The U.S. House's 2013 farm bill passed the House Agriculture Committee last month, and will soon be heard on the House floor. This bill would cut the Supplemental Nutritional Assistance Program (SNAP, which is also known as Food Support in Minnesota) by more than $20 billion over the next ten years. Nationwide, two million Americans would lose access to food support that makes a real difference to their well-being.
The House farm bill will eliminate a provision that gave flexibility to states, allowing Minnesota to provide SNAP benefits to households that have gross incomes up to 165 percent of the federal poverty line ($32,225 for a family of three) and eliminate the asset limit. Instead, the income limit would drop to 130 percent of the federal poverty line and an asset limit would be reinstated. Asset limits can prevent struggling Minnesotans from getting the help they need, and prevents them from having emergency savings or a reliable car to get to their job. As a result of the proposed changes, roughly 30,000 Minnesotans would lose food assistance and many school children would no longer receive free school meals because their eligibility is tied to the household's SNAP status.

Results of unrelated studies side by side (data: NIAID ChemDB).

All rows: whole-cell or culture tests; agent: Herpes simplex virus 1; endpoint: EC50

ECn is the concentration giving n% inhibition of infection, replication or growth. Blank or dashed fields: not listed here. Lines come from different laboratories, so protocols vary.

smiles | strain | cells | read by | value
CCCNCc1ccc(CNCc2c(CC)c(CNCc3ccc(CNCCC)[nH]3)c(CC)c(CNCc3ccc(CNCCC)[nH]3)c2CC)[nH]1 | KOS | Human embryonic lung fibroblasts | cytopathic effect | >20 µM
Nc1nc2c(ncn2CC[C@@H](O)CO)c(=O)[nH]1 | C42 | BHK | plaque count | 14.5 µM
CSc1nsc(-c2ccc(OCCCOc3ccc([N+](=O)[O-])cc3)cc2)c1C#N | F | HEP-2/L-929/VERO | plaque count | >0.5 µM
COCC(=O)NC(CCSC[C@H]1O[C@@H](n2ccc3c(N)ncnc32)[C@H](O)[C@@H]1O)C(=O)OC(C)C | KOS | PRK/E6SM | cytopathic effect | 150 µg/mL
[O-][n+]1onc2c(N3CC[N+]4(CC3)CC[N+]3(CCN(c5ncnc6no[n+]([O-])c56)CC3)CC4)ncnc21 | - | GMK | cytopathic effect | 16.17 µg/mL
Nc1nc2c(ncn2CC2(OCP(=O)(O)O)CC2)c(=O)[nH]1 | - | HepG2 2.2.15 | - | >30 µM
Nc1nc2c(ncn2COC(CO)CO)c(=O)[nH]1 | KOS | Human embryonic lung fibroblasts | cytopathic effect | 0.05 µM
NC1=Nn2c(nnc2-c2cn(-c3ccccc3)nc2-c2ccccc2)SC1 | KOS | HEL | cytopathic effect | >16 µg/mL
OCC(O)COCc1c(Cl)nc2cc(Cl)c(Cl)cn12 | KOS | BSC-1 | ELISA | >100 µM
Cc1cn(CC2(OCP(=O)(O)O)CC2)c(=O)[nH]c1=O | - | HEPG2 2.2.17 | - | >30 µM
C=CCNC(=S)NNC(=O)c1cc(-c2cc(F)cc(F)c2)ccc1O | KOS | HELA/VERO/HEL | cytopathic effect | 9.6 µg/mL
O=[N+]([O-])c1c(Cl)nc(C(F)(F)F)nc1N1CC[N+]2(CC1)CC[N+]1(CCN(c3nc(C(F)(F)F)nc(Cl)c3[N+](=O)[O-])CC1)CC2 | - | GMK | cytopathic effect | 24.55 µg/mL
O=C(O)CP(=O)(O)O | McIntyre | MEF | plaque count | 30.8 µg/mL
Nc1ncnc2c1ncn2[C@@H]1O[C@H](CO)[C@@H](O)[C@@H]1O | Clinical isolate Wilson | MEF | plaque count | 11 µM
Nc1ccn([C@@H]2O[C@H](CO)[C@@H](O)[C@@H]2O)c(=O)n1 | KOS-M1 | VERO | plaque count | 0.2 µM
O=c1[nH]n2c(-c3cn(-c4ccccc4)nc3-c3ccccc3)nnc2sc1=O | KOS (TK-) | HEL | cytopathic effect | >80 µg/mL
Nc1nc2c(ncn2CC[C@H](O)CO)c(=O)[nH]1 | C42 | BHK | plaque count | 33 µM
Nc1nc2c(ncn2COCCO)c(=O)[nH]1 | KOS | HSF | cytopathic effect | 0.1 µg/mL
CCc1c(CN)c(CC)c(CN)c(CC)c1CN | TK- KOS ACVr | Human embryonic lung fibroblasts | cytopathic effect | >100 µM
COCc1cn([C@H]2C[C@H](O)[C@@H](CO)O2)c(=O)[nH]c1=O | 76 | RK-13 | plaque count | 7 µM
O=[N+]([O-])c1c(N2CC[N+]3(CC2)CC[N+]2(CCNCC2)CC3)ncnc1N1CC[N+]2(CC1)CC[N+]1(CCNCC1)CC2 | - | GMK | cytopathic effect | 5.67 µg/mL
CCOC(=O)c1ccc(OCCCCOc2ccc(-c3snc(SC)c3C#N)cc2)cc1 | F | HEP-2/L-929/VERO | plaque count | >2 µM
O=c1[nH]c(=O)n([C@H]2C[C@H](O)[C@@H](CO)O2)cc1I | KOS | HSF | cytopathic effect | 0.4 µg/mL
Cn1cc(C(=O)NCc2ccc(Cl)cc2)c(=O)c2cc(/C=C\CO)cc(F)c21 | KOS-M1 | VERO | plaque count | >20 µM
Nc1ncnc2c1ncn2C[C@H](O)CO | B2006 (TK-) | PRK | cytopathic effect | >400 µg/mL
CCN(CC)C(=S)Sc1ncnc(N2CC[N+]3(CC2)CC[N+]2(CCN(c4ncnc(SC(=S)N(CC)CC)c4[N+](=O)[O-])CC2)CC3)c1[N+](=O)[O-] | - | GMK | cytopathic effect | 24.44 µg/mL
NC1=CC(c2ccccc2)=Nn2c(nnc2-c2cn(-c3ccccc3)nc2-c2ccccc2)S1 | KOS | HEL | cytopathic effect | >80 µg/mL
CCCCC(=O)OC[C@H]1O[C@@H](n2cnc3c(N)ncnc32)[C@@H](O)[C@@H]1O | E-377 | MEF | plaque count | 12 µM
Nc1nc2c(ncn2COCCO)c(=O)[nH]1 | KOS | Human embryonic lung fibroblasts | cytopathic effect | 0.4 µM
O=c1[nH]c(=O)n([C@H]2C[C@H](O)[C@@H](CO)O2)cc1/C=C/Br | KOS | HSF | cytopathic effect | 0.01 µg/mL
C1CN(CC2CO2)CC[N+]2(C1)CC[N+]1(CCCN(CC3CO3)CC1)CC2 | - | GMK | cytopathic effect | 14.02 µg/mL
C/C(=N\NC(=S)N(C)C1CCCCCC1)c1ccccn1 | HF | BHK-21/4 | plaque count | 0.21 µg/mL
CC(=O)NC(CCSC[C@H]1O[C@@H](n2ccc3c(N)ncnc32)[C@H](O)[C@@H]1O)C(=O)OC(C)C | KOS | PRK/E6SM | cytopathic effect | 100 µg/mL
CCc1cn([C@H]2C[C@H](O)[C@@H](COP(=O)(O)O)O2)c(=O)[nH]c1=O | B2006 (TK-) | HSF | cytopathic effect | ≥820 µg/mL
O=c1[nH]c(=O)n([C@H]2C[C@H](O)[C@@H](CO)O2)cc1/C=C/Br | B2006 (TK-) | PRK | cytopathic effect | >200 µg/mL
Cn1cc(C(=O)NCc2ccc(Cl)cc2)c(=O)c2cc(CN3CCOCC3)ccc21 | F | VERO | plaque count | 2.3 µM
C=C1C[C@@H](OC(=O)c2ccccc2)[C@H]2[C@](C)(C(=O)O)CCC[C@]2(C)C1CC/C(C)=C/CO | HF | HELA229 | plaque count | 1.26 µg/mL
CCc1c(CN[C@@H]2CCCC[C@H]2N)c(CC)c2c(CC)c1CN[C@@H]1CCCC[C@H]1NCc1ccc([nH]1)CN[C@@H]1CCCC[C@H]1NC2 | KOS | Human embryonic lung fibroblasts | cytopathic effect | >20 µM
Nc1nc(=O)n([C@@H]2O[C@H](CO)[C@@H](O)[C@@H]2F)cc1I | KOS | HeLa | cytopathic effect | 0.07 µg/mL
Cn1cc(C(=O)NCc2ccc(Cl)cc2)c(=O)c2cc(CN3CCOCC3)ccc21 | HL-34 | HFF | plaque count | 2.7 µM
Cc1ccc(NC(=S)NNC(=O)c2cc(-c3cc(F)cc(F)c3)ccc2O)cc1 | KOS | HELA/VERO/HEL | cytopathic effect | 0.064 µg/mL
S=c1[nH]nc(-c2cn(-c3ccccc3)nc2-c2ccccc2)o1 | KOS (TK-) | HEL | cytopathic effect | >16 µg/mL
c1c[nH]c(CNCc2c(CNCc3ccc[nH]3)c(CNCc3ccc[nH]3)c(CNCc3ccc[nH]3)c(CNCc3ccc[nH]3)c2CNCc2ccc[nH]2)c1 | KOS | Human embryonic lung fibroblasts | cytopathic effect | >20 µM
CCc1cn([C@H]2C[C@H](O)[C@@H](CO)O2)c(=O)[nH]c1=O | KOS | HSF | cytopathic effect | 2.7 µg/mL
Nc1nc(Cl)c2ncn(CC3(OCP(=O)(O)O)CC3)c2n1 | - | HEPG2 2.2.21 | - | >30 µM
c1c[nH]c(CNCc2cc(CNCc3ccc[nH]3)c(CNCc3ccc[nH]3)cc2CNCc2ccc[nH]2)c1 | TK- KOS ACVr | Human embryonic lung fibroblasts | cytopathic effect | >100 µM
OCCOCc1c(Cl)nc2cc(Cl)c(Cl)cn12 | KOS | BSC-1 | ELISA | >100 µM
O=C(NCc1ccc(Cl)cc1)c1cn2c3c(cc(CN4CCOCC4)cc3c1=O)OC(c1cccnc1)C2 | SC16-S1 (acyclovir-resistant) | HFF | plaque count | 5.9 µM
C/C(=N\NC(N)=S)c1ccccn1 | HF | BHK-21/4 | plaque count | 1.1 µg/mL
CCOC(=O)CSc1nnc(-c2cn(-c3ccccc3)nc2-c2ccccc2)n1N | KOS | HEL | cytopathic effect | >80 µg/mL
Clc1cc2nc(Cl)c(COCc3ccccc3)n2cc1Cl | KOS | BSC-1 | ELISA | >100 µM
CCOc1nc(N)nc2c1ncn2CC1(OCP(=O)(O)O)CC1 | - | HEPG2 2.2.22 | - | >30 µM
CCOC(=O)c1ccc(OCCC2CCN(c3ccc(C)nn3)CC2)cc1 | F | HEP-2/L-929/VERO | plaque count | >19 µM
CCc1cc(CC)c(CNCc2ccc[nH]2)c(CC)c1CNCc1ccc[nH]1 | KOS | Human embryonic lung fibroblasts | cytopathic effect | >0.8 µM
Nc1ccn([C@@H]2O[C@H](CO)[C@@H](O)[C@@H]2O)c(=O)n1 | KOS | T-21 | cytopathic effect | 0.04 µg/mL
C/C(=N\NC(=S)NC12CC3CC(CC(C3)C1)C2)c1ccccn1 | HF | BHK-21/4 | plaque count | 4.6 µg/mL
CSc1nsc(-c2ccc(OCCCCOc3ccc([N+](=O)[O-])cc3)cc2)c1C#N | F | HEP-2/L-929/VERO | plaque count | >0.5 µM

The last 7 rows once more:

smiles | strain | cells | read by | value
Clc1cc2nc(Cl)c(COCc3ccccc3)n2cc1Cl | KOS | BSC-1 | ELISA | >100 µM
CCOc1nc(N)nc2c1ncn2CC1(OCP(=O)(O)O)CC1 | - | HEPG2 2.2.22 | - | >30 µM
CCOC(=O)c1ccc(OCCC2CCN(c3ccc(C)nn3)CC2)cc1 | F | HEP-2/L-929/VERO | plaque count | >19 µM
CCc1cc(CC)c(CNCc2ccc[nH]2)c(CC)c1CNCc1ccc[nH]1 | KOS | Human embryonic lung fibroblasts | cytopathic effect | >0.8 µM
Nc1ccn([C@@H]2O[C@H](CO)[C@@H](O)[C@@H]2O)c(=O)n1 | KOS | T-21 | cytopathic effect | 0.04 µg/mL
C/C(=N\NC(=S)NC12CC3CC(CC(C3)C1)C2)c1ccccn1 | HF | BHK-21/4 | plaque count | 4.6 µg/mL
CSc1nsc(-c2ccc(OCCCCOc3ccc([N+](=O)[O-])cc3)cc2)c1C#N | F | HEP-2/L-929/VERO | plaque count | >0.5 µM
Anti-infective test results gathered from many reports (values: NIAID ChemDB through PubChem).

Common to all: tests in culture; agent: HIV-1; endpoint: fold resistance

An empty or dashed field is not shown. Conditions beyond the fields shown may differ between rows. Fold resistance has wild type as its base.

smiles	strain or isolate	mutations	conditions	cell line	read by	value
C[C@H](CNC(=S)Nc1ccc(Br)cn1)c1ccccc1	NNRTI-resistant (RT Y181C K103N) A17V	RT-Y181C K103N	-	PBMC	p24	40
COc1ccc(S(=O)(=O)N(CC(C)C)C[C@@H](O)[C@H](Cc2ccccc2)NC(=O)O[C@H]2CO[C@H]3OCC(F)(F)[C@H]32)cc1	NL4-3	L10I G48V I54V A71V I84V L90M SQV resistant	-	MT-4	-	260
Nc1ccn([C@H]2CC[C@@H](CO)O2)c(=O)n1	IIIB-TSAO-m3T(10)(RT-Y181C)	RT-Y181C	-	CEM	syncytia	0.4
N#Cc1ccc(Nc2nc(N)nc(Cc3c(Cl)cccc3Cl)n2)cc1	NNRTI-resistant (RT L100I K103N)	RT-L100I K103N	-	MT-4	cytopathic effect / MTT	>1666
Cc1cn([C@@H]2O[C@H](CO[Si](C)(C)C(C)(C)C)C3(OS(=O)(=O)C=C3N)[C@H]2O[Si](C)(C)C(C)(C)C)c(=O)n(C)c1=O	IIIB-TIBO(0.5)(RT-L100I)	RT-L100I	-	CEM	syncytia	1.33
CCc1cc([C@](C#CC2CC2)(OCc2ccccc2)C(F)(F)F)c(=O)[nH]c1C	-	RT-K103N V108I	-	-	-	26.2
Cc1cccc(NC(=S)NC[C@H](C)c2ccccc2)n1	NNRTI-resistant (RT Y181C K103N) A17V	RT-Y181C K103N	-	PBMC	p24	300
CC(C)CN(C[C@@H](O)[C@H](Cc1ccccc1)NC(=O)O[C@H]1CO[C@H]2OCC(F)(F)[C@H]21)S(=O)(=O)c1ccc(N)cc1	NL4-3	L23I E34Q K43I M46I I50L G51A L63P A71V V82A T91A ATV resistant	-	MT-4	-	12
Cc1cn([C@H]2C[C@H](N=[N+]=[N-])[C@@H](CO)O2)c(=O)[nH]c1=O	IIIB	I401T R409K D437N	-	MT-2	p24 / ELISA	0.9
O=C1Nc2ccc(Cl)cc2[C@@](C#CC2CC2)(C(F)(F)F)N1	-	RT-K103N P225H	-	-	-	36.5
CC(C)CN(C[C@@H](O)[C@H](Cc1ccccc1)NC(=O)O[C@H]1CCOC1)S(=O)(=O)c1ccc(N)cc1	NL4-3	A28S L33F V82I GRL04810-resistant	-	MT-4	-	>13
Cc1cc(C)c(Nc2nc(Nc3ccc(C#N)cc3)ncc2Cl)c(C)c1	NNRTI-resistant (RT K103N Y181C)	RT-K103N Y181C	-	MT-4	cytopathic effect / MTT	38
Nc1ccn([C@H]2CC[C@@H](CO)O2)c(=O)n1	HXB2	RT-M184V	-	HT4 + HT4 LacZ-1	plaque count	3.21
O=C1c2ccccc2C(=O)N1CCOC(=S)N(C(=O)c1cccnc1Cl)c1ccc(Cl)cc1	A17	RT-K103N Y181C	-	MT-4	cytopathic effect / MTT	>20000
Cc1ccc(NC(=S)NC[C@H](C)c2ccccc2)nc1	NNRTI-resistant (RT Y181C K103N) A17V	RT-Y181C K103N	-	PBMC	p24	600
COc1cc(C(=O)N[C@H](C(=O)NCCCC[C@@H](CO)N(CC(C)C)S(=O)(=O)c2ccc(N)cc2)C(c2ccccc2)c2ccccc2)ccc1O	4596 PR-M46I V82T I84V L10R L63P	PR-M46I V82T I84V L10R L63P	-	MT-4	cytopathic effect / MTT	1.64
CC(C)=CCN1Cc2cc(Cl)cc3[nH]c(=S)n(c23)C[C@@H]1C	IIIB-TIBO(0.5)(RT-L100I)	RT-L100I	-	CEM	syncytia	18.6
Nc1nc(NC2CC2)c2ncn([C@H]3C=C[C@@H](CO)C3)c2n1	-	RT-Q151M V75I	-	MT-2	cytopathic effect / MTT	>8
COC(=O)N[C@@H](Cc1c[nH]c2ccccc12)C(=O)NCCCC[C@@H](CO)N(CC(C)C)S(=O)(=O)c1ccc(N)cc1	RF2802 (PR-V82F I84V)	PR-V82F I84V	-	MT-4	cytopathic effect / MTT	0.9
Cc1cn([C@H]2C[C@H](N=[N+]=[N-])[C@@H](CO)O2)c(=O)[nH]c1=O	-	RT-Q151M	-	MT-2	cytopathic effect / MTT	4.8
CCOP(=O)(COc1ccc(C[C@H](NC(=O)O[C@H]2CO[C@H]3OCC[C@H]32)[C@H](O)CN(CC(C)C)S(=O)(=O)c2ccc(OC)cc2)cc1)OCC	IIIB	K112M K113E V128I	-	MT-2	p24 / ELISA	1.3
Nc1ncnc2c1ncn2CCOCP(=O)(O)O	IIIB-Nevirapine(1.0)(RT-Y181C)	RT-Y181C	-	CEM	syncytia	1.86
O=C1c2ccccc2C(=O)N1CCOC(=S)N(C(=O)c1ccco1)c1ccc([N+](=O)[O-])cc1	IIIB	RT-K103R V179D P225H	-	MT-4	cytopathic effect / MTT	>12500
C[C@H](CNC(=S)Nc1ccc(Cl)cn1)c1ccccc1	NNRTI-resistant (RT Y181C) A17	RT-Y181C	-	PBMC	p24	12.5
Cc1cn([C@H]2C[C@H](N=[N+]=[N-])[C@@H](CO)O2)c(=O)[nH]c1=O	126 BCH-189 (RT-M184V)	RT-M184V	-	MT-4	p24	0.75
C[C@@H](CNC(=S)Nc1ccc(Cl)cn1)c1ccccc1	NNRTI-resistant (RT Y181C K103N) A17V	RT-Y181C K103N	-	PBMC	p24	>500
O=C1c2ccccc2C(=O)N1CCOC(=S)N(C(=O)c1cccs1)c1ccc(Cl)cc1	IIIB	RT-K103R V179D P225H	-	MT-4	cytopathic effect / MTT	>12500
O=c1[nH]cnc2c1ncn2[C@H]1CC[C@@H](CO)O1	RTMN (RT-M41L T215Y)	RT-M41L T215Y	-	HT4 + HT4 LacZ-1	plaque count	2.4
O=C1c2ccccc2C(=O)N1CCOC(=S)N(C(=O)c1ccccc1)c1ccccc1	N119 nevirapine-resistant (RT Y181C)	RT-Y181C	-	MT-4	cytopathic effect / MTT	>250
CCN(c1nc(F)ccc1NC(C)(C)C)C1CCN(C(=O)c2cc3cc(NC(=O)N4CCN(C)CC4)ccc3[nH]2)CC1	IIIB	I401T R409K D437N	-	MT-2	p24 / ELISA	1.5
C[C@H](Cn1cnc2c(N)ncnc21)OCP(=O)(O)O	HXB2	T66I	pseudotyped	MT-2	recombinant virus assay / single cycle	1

This week, U.S. House Representatives Betty McCollum and Keith Ellison held a congressional listening session to hear testimony from state and local officials, SNAP participants, and the faith community about the upcoming proposed cuts in the bill.
These cuts are especially damaging as many in the state are still recovering from the economic downturn. Currently, one in ten Minnesotans, including families, seniors, people with disabilities and other low-income adults, use SNAP to provide food for their families. Forty percent of adults eligible for SNAP are in households with children. Many are working families, with two-thirds of these families reporting income from work, earning an average of $1,609 per month. That only adds up to $19,308 for year-round work.
Since families with these low earnings struggle to meet basic needs, SNAP helps them meet a basic food budget. On average, SNAP provides about $8 a day for a household and $4 for a person. This is a huge boost to their purchasing power and allows them to buy healthy foods that will help allow adults to succeed in the workforce and children to focus while in school. SNAP also allows seniors to have enough to eat. Minnesota Public Radio recently interviewed a senior from Chaska who said she would have to ration her food without SNAP.
The Supplemental Nutrition Assistance Program is an important support for families in Minnesota and a boost to the state economy. The cuts proposed in the House farm bill are the wrong thing to do at a time when many Minnesotans still struggle to put food on the table.